1. Relevant to all blood-borne pathogens: Surgeons should continue to use the highest standards of infection control, involving the most effective known sterile barriers, universal precautions, and scientifically accepted measures to prevent blood exposure. This practice should extend to all sites where surgical care is rendered and should include safe handling practices for needles and sharp instruments. During every operation, maximum effort should be exerted to prevent patients' exposure to the blood of members of the surgical team and to protect the surgical team from exposure to the blood of patients.
2. Relevant to all potentially infected patients: Surgeons have the same ethical obligation to render care to hepatitis-infected patients as they have to care for other patients.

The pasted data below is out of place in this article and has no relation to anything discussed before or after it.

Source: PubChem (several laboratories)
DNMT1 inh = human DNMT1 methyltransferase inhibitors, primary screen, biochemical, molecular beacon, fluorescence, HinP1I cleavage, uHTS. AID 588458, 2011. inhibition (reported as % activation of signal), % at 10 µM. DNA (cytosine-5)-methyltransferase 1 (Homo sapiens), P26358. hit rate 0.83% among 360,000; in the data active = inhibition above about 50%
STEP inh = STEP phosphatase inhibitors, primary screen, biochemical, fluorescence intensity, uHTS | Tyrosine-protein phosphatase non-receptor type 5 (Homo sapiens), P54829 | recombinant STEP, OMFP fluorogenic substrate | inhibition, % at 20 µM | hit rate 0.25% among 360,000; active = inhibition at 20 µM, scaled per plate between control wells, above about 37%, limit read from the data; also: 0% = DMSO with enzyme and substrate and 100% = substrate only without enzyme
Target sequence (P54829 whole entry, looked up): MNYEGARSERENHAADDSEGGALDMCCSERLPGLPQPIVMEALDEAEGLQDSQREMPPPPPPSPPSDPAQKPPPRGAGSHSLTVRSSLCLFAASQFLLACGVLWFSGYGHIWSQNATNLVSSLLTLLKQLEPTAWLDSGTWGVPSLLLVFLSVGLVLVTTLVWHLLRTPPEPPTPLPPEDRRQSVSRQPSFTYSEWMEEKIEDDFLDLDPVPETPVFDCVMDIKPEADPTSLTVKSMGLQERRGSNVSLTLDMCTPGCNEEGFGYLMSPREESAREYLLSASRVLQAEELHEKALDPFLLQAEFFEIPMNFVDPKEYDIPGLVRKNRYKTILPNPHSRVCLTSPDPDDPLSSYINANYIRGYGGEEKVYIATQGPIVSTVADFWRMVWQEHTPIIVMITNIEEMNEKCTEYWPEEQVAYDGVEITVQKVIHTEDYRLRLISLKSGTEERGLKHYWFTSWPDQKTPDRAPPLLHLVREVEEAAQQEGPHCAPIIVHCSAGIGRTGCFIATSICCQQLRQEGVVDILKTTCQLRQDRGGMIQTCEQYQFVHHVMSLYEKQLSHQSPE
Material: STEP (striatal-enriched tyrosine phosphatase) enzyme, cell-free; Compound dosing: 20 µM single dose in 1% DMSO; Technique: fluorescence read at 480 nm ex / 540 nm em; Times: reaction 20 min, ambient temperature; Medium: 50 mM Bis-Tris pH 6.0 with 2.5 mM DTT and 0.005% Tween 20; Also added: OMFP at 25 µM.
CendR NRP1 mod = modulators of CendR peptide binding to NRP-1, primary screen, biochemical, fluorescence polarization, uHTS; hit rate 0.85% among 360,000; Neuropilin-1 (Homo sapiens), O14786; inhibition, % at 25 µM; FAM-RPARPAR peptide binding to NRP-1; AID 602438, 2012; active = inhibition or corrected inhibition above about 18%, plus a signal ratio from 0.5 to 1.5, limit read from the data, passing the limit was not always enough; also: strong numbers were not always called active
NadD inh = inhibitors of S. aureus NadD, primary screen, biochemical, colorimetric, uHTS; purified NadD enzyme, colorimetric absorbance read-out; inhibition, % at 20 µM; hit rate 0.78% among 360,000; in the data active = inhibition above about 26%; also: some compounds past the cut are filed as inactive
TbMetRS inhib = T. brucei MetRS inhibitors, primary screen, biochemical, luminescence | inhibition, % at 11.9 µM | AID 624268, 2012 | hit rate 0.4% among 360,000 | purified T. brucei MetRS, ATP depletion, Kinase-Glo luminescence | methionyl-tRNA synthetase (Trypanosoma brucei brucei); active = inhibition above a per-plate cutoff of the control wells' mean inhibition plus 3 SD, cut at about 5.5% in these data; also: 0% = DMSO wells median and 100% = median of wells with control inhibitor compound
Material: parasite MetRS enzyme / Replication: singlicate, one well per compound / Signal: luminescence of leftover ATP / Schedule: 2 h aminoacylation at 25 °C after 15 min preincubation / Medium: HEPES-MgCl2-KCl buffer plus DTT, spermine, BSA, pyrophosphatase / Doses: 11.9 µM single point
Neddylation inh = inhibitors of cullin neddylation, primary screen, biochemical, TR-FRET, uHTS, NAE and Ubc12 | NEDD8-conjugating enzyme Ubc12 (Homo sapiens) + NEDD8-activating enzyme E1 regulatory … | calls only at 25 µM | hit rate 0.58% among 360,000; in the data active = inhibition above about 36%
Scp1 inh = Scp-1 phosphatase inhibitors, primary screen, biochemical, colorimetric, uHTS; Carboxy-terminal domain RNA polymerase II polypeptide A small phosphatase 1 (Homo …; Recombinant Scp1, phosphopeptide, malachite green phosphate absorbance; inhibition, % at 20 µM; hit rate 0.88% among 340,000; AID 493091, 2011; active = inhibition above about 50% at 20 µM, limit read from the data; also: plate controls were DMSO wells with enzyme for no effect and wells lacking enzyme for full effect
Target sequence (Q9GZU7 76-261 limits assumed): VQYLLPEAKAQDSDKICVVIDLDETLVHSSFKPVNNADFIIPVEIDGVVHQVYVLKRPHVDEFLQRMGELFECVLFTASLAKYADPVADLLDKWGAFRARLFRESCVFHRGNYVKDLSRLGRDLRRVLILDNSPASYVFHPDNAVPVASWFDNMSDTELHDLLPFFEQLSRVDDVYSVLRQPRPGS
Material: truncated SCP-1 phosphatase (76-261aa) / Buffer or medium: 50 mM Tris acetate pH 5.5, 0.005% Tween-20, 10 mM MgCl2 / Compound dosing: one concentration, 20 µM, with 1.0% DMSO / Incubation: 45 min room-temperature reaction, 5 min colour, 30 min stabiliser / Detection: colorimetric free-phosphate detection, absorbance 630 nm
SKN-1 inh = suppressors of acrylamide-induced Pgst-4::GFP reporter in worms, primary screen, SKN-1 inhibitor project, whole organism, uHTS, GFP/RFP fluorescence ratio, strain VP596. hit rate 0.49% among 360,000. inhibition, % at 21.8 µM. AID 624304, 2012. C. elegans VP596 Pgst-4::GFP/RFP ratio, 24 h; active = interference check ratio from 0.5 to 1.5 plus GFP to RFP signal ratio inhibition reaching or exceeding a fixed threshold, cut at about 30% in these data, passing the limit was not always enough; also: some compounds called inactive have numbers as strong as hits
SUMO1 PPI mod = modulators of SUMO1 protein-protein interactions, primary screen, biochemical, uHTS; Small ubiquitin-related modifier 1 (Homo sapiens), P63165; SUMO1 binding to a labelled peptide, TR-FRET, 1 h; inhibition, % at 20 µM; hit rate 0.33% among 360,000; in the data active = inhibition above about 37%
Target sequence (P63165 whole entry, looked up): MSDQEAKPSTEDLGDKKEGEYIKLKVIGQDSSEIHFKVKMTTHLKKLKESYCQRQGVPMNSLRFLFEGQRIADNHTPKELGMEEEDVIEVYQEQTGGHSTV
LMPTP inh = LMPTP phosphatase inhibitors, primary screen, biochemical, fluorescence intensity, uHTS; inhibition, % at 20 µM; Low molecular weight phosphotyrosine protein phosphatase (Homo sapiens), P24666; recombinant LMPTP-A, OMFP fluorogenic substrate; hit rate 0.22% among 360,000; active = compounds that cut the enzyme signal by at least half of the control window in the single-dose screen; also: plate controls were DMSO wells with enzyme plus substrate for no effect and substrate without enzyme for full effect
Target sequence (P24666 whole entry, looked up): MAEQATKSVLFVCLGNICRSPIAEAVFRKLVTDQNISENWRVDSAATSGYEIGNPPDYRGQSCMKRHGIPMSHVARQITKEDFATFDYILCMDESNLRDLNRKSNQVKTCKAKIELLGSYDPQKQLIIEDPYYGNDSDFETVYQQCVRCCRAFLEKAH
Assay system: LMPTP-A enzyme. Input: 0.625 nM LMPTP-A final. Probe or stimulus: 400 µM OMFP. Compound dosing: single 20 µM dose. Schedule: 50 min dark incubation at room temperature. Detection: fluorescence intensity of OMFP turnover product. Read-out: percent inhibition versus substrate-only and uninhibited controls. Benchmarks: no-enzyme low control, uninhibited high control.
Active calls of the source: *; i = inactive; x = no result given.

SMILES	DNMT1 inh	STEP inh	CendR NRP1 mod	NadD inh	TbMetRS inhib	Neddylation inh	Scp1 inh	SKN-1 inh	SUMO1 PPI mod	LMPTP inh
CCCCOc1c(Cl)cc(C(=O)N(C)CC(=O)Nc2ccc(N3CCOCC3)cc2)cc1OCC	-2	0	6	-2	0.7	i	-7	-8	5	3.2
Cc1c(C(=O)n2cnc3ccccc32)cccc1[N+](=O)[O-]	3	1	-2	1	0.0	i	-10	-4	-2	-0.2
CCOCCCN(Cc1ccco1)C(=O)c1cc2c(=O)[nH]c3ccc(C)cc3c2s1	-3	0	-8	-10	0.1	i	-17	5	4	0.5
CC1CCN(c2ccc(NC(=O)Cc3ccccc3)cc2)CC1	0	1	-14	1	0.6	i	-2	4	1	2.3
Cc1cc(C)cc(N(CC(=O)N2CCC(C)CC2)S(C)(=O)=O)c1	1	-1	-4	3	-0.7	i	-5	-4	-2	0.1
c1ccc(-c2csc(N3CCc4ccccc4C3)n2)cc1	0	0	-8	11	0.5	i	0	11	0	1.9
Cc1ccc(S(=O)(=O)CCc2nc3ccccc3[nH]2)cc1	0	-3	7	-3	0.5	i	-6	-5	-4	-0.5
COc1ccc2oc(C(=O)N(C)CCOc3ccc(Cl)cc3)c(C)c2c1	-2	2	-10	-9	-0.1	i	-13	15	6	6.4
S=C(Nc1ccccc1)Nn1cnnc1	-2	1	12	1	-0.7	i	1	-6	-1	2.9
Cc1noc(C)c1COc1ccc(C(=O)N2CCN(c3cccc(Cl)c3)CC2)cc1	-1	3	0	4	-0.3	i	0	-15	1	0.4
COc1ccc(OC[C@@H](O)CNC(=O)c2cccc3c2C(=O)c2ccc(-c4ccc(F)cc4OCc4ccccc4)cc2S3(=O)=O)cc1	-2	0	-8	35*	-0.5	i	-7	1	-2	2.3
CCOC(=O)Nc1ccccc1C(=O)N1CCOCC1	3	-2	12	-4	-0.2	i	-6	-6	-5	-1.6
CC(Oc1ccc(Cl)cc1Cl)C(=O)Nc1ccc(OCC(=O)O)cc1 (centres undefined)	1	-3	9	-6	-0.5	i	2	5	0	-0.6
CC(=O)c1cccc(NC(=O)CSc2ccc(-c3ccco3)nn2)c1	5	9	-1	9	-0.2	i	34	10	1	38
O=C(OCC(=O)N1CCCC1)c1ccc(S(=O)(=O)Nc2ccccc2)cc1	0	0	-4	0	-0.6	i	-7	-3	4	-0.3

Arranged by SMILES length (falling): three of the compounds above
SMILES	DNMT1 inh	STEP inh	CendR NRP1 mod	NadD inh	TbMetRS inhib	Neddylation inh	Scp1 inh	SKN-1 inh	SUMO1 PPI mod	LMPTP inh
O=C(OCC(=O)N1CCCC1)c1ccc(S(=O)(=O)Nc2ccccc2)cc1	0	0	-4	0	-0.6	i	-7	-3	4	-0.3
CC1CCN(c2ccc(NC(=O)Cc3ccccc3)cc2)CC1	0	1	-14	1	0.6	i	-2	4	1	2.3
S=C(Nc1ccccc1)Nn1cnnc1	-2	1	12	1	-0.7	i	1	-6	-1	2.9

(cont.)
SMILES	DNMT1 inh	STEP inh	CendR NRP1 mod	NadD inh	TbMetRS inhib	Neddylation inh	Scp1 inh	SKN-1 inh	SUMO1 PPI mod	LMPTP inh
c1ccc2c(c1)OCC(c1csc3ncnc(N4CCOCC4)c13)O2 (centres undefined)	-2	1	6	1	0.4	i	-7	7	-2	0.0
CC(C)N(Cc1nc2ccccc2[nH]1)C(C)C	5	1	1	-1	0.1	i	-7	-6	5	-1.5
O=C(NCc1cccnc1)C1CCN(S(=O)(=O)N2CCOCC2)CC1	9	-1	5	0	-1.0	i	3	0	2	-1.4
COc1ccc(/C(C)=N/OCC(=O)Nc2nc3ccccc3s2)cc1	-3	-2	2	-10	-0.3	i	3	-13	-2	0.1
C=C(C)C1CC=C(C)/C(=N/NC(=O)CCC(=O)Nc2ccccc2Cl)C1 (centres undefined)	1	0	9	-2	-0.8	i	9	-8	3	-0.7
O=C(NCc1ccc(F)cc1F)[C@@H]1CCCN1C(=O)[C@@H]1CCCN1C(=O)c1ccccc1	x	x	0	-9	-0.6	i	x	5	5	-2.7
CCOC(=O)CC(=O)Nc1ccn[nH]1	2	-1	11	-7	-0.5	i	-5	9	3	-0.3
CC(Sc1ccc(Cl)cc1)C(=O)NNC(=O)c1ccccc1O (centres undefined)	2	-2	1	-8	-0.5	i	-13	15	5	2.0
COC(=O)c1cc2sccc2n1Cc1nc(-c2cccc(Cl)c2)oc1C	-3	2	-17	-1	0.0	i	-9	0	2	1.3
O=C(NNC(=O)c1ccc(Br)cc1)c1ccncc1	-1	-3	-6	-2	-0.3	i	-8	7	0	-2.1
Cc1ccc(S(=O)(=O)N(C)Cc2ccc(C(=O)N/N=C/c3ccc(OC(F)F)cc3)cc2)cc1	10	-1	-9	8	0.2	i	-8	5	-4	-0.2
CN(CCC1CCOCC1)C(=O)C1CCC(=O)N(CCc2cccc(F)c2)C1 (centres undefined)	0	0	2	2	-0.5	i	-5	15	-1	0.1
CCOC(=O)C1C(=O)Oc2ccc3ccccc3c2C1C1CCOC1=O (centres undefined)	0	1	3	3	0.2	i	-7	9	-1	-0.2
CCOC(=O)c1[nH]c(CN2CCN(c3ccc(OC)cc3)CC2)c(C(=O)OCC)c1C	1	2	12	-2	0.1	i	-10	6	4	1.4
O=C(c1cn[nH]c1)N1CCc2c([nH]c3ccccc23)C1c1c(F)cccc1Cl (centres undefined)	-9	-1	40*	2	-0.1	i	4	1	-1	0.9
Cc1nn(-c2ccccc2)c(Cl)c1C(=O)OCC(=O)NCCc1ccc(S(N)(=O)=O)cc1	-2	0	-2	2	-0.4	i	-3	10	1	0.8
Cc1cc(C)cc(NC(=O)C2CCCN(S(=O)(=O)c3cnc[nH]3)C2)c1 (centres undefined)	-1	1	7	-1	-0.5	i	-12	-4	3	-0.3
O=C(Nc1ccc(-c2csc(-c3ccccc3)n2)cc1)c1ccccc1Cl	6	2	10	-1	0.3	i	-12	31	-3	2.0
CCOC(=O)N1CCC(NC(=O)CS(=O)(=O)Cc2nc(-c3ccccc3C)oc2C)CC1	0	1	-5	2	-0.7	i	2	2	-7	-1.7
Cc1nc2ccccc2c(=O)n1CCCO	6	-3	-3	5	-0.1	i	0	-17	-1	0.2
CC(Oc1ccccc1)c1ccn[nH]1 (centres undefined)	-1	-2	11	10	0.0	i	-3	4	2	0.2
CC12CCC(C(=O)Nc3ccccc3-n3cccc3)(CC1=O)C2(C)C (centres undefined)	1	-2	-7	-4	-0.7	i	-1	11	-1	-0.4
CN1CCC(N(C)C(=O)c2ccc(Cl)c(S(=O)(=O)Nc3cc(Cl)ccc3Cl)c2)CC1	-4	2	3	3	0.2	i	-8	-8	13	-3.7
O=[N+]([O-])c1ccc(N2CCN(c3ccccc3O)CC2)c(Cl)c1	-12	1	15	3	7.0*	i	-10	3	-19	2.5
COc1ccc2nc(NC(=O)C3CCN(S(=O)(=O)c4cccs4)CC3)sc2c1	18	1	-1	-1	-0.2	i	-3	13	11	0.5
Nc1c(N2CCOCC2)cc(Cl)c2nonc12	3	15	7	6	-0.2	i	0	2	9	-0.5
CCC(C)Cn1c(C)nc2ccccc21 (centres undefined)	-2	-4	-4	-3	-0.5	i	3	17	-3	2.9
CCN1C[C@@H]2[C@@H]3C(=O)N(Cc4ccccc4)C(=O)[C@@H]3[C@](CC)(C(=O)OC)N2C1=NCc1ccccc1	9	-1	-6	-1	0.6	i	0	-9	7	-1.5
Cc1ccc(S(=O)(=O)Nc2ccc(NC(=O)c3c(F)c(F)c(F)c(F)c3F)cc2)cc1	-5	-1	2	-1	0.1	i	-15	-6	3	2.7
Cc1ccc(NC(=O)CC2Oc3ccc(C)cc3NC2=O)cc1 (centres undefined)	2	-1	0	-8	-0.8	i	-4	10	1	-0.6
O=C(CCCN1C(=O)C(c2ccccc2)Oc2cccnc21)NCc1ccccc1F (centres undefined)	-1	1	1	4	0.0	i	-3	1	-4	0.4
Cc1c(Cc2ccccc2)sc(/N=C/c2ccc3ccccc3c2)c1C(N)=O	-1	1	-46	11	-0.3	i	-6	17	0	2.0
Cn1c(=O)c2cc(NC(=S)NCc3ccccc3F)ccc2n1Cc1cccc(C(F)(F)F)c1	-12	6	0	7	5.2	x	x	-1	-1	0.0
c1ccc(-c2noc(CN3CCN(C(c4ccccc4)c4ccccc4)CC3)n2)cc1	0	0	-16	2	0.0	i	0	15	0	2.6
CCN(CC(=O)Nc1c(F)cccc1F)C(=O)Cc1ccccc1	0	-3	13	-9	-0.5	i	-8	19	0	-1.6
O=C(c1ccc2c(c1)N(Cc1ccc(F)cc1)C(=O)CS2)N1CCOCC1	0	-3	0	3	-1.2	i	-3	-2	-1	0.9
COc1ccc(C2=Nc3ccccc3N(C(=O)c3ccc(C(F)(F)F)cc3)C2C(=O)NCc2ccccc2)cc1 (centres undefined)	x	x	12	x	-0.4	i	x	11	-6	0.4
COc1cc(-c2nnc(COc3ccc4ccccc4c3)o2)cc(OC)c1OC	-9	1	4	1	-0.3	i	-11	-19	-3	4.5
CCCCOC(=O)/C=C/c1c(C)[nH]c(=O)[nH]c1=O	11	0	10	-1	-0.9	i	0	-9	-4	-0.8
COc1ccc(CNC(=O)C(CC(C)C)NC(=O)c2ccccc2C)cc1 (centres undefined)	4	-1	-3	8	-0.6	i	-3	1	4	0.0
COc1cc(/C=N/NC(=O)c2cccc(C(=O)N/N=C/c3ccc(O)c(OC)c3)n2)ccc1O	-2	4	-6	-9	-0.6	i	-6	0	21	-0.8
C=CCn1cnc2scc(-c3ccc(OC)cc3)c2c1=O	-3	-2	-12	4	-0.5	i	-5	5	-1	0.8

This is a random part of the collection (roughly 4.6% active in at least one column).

3. Relevant to hepatitis B (HBV): Surgeons should know their HBV immunization and antibody status. Surgeons with acquired antibody from successful immunization are protected from future infection and are not infectious to their patients. Surgeons with natural antibodies to HBV have had previous infection and should know whether they are positive for the antigen of HBV. If they are negative for the HBV-surface antigen, then they do not have chronic infection and they cannot transmit the infection to patients. If they are positive for the HBV-surface antigen, they should be tested for the e-antigen of HBV. If they are positive for the HBV-surface antigen but are negative for the e-antigen, then they can continue medical practice but should consult expert medical advice for their own personal health. If the chronically infected HBV surgeon is positive for e-antigen or has high viral counts in his or her blood, then an expert panel should be convened to make recommendations about the continuation of clinical practice. Such a panel should consist of infectious disease specialists and surgeons who are knowledgeable in blood-borne transmission of viruses. The e-antigen-positive surgeon and the panel should discuss and agree on a strategy for protecting patients who are at risk for disease transmission. Current clinical investigation into possible antiviral therapies for chronic HBV infection may result in effective treatments in the immediate future. Chronic HBV-infected surgeons should have expert medical advice on evolving treatments for purposes of their own health.